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Environments

Think of environments as global VPC's that span the nodes in a given cluster. These networks between nodes can exists next to each other but act independently and are fully isolated from each other. Environments each have their own set of services, which support functionality and help further isolate (by not being shared).

Containers deployed in environments are automatically configured to use environment private networks. For default environments this is an IPv6 network, while legacy environments also configure an IPv4 network as well.

IPv4 - 10.[environment].[container].[instance].

IPv6 - fd00::[environment]:[container]:[instance]:[unallocated].

Legacy Networks

A legacy environment will outfit each container with a subnet of IPv4 and IPv6 address space for its instances. Legacy does not mean instead of it is also.

Every container deployed into the same environment has a private network built between them, regardless of their geographic location. Instances in Tokyo can communicate with your database in California, using nothing other than the hostname. Containers obtain both a private IPv4 and IPv6 address, where the format is:

Environment Dashboard

environment dashboard

Breaking down this image, a user can see several very important pieces of information on the environment dashboard.

  1. The horizontal navigation allows for quickly switching between configuration and menus within the environment, such as VPN or Load balancer configuration tabs and containers dashboard.
  2. The global start & stop button which acts on all containers in an environment
  3. Service container modal access, which allows the user access to container specific information about the current environments service containers.

Environment Services

An environment service is a container Cycle starts within the environment to provide extra functionality. These services are created and managed automatically, but may have some configuration options available. At this time, three services are started in each environment:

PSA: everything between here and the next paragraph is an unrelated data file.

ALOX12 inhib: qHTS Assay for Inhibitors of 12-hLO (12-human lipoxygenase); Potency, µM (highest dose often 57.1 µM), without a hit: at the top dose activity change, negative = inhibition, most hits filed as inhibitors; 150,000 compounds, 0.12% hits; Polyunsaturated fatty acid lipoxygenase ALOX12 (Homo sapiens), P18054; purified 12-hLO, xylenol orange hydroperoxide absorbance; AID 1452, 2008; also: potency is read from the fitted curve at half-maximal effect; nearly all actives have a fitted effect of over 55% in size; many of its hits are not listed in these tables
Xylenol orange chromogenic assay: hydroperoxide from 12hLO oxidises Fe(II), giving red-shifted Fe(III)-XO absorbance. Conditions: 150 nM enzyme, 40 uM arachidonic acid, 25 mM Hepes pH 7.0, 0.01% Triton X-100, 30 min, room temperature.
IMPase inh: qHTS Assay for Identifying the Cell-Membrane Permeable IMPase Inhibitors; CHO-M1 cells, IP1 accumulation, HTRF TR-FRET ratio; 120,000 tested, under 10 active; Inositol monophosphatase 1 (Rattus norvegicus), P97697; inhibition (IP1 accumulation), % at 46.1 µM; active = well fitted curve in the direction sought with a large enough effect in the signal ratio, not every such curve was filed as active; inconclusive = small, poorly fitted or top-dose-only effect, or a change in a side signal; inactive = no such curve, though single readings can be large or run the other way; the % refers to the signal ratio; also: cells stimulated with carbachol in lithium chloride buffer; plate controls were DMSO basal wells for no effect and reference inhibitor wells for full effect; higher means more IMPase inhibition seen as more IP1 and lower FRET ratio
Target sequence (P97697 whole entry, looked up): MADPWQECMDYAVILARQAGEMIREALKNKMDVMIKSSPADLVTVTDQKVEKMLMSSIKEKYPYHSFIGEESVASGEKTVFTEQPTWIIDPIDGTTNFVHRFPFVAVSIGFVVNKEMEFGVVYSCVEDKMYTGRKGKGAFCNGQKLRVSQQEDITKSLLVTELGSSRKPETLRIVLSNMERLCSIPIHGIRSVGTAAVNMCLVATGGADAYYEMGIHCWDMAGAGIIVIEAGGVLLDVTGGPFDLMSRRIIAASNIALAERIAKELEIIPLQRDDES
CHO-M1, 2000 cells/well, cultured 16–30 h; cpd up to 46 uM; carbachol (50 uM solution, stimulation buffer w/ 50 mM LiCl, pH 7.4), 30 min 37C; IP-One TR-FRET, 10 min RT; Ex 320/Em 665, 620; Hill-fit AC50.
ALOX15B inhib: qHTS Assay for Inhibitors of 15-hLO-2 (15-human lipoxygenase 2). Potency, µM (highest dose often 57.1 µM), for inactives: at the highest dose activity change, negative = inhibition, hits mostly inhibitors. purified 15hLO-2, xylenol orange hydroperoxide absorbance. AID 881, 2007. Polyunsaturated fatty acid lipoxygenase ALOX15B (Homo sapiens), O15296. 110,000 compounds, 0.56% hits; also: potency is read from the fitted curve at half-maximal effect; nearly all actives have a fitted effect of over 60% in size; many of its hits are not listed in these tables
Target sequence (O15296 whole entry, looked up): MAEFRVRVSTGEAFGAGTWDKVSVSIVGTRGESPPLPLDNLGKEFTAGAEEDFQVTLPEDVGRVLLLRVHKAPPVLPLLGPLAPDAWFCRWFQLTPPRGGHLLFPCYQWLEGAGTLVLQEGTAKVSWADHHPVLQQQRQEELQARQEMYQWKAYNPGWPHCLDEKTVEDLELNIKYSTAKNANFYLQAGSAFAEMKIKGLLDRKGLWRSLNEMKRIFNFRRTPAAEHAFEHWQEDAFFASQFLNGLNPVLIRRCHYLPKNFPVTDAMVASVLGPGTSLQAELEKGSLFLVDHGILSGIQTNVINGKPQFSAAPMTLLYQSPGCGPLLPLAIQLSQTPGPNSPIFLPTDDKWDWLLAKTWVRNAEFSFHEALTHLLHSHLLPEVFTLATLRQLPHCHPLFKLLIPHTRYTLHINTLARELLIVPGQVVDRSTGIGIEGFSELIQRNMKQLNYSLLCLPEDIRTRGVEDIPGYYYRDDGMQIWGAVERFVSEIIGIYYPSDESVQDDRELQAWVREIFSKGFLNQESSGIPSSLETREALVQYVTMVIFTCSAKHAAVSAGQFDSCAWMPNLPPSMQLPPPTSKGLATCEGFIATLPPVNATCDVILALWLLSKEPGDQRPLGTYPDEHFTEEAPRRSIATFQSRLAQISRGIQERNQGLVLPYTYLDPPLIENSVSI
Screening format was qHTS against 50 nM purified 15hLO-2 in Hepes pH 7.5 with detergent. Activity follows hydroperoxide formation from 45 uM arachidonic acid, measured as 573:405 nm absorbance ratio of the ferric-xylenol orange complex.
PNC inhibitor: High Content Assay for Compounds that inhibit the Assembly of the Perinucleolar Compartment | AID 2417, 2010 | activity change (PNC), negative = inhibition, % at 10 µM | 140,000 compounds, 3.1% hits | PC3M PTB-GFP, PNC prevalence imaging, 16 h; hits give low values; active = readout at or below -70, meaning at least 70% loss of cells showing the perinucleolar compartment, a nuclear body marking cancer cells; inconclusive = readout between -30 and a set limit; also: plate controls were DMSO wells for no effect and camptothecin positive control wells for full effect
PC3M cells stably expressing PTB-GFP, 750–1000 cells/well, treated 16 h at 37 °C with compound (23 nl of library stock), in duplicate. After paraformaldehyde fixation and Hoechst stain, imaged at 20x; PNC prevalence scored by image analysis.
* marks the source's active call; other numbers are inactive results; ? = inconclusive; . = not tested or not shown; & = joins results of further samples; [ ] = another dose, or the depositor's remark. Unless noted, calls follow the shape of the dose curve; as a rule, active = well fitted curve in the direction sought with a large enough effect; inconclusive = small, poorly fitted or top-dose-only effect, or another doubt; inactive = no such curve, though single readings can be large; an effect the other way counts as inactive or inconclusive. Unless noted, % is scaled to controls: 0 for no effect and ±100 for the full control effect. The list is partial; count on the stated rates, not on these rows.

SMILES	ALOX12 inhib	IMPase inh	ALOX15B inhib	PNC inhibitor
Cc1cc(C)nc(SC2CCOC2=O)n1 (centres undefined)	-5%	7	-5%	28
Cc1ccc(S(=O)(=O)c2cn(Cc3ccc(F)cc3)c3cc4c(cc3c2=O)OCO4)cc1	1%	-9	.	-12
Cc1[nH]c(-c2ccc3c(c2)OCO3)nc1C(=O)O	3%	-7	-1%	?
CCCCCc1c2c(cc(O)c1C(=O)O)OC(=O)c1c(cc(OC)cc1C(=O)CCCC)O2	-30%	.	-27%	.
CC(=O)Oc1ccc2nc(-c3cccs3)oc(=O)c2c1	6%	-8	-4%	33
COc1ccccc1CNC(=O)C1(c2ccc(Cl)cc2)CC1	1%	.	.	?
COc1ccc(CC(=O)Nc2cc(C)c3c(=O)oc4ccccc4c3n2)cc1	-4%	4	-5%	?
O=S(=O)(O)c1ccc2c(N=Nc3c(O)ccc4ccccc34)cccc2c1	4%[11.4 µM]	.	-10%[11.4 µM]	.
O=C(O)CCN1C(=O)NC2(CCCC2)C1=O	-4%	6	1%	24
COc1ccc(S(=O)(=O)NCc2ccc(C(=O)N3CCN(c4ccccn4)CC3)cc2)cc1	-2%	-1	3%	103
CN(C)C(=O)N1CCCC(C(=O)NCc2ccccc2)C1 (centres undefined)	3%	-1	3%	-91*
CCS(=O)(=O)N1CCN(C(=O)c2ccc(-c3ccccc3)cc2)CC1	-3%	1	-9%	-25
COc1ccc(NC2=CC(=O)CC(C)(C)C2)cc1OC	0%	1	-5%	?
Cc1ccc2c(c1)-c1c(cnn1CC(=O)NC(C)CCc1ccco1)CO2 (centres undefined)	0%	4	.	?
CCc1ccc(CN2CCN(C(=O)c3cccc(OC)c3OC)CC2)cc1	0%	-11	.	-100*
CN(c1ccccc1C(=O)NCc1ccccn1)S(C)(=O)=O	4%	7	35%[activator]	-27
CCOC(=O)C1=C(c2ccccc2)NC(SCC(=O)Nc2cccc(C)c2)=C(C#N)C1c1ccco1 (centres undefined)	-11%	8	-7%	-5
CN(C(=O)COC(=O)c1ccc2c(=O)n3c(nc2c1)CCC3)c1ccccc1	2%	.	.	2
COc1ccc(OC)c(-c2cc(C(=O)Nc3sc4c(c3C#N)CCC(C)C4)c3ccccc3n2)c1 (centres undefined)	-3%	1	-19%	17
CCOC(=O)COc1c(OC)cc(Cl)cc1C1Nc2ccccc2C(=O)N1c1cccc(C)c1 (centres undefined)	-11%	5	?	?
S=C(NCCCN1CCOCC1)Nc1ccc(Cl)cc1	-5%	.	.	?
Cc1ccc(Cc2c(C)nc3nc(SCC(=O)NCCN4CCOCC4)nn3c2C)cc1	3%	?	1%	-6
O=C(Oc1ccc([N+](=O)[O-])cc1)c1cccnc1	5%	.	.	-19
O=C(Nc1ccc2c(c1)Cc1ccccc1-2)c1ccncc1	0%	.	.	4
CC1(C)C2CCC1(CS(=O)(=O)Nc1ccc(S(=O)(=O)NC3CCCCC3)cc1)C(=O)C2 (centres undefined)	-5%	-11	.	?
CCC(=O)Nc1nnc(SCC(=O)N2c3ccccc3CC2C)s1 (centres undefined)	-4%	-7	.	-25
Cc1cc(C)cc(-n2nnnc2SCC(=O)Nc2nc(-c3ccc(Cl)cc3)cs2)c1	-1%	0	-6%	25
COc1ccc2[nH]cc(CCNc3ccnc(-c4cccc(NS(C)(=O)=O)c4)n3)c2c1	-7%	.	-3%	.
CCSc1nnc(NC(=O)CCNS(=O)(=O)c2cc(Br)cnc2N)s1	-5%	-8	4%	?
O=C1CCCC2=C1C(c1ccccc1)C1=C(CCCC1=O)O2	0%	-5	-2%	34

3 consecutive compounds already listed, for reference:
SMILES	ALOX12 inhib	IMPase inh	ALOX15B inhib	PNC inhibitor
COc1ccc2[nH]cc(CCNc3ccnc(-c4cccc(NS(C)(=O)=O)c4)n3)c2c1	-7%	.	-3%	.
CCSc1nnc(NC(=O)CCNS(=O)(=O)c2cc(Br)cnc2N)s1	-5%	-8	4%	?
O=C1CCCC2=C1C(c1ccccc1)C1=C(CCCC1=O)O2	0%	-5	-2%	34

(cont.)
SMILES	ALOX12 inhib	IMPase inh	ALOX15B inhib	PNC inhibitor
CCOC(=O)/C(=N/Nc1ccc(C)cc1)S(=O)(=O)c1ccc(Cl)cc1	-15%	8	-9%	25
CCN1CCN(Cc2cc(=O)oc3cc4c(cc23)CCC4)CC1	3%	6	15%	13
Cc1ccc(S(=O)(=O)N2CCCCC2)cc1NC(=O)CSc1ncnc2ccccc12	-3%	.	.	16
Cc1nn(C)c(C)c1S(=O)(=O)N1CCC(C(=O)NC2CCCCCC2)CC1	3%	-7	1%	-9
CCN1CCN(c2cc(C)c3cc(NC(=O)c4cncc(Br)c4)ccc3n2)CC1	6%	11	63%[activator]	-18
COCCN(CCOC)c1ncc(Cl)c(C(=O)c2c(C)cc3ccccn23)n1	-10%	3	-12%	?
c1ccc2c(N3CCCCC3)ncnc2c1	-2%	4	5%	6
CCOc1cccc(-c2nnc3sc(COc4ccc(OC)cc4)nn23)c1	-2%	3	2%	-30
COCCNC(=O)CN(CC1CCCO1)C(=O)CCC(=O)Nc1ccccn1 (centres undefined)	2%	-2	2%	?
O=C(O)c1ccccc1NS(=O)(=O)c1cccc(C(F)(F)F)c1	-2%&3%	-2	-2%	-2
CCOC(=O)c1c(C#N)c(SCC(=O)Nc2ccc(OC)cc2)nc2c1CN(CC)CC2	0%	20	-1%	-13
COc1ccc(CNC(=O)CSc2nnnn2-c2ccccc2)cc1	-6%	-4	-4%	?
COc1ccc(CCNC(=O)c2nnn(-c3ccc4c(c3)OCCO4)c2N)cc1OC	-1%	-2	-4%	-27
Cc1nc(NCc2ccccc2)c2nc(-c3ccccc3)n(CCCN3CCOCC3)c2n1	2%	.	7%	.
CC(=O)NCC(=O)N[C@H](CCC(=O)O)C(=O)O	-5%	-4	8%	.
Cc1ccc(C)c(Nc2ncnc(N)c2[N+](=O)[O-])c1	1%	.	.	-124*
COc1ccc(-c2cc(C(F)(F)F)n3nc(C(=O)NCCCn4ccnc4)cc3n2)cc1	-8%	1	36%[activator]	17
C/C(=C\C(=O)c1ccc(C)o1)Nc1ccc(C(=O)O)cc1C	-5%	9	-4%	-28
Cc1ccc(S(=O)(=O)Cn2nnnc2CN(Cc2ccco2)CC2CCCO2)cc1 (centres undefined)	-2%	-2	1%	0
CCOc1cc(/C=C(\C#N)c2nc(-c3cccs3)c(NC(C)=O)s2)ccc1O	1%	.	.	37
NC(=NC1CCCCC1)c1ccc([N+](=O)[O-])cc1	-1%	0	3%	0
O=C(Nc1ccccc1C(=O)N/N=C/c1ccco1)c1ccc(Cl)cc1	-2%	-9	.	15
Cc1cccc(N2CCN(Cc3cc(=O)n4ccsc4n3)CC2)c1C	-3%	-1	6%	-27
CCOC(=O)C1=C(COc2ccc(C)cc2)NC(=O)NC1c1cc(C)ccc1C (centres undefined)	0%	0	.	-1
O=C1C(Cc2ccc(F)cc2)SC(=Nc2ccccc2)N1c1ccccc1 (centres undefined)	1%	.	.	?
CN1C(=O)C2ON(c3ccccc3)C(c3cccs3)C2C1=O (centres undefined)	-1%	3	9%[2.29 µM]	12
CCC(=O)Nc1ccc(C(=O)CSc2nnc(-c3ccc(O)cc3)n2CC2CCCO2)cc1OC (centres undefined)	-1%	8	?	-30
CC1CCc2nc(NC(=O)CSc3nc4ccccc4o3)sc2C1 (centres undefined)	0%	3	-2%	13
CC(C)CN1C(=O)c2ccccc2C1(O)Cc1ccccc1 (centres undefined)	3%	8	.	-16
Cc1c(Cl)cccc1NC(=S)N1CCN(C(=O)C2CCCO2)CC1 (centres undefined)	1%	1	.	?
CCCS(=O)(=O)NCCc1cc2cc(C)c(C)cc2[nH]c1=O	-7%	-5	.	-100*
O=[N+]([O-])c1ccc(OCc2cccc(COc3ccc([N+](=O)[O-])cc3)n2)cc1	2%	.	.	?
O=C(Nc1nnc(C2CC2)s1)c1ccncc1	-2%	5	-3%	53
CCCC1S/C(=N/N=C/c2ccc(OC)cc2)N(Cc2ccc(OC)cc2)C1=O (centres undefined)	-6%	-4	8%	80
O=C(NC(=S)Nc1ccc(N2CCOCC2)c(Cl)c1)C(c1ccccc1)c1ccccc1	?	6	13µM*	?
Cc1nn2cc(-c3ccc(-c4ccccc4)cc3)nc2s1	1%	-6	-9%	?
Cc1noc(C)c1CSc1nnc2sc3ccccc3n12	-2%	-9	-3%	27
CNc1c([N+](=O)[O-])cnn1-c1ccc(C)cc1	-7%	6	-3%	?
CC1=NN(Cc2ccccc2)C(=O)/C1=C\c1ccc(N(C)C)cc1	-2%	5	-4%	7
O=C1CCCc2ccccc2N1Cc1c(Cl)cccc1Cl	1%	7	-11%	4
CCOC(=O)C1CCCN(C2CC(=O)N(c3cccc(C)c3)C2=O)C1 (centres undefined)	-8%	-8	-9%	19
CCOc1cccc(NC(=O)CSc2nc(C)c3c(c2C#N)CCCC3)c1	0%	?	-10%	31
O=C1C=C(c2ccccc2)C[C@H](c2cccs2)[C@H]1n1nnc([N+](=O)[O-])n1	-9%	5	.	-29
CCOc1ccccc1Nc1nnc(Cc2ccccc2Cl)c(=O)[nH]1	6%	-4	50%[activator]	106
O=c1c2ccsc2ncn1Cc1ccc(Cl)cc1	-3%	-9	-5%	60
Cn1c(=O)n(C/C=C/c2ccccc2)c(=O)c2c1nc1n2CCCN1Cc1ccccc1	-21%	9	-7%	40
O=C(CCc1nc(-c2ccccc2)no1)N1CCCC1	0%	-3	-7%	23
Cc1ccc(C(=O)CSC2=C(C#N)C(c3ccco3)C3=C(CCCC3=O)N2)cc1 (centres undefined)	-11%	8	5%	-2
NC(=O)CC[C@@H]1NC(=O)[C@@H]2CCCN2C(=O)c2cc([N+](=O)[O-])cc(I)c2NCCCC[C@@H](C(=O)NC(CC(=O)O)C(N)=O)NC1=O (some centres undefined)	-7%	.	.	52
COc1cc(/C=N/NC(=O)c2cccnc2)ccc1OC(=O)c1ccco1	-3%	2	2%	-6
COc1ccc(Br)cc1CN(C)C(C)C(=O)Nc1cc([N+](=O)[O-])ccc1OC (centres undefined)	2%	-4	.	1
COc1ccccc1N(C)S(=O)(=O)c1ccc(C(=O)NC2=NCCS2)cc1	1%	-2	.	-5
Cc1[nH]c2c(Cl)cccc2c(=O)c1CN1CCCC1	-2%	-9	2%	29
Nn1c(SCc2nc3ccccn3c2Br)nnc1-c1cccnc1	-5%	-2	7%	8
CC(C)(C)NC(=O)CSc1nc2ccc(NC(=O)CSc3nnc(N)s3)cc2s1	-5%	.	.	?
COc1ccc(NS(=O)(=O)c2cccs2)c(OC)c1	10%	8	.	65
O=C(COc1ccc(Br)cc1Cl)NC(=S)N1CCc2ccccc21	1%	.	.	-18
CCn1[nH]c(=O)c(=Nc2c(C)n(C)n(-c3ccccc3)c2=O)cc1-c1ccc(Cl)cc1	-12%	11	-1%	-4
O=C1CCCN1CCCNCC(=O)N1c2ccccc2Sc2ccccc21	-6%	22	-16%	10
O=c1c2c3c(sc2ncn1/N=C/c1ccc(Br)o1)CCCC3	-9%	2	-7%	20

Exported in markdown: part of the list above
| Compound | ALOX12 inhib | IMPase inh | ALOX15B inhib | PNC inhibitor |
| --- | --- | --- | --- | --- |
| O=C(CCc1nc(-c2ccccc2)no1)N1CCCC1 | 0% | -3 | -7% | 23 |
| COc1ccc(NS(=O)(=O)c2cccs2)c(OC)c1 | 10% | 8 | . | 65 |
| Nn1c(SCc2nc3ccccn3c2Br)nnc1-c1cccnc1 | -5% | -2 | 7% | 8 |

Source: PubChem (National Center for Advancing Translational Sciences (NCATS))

High Availability Services

High availability can be an important milestone in creating a resilient production environment for your applications. On Cycle, setting environment services to be highly available is as simple as checking the boxes under the column marked HA and then submitting that change using the "update" button.

After this setting is enabled the environment configuration will know that it should maintain at least two instances of whatever container is marked as "HA" or highly available.

Required Resources

In order to use HA mode for services, there must be at least 2 servers deployed and those servers must be in different data centers.

Swapping out of HA mode will scale your instances back down to a single instance. Cycle follows FILO and will eliminate the instances, starting with the last instance created and moving toward the original instance.

The Environment Dashboard

From the environment dashboard, you are able to get a bird's eye view of containers and services for the environment, as well as information on the public load balancer and its associated IP's.

Navigating to the Environment Dashboard
  1. Select the Environments tab on the left in the navigation menu.
  2. Click the name of environment you wish to see from the list.
  • Alternatively, from within an environment, click the "Dashboard" tab at any time.

Take the next step by learning how to manage environments.

Security Events & Graph

Users will notice a security graph on each environments dashboard.

security events graph

This graph will report any security events, scoped to the given environment, that have taken place along the time-span shown (currently 24 hours).

Security Reports

To see a full list of what can be returned via the security report check out the /security/report endpoint in the API Docs here and expand the data object.